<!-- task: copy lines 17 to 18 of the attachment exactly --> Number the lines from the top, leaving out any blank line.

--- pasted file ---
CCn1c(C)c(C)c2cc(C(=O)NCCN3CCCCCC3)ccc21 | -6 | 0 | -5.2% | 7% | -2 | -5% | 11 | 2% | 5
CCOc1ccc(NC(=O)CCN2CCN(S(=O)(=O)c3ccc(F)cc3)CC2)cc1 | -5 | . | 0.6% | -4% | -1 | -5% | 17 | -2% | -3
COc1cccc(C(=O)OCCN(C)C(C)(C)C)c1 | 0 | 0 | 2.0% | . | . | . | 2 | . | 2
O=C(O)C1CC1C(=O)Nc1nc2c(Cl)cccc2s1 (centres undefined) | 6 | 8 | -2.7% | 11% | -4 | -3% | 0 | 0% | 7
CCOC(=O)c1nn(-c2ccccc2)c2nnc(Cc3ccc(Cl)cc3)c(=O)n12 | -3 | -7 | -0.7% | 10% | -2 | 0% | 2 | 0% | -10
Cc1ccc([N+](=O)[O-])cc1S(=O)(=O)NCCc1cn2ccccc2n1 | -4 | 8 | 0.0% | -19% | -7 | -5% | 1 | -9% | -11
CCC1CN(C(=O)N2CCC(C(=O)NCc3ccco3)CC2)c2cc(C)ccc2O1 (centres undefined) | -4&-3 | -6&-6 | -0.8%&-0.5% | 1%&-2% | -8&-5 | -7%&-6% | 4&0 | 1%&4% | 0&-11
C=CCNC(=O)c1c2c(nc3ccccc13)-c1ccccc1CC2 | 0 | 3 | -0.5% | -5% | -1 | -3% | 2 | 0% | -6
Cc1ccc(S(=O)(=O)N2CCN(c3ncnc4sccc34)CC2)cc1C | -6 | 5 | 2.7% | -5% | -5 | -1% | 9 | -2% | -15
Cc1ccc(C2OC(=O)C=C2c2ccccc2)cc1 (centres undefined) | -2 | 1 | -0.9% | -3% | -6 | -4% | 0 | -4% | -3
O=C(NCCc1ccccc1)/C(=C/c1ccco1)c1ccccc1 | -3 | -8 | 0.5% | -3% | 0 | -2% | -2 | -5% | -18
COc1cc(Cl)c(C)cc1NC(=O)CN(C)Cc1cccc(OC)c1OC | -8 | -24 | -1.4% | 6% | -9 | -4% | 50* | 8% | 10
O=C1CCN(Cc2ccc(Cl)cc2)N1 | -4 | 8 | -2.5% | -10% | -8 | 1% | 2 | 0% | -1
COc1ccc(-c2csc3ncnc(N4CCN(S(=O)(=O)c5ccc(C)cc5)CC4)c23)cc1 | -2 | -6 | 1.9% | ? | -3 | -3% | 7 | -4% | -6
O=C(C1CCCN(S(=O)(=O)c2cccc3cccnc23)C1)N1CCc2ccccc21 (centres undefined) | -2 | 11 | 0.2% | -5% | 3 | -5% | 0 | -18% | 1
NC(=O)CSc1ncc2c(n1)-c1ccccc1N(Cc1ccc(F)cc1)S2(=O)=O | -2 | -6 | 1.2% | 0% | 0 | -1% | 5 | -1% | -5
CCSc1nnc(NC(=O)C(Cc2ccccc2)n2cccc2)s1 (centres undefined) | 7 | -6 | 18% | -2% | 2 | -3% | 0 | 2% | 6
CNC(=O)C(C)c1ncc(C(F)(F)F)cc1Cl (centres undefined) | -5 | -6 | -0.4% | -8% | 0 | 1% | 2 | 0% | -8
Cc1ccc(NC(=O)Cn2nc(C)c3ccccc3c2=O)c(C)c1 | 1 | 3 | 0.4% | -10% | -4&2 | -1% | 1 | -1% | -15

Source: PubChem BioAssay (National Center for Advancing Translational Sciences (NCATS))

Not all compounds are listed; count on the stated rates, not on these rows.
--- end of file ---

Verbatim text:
CCSc1nnc(NC(=O)C(Cc2ccccc2)n2cccc2)s1 (centres undefined) | 7 | -6 | 18% | -2% | 2 | -3% | 0 | 2% | 6
CNC(=O)C(C)c1ncc(C(F)(F)F)cc1Cl (centres undefined) | -5 | -6 | -0.4% | -8% | 0 | 1% | 2 | 0% | -8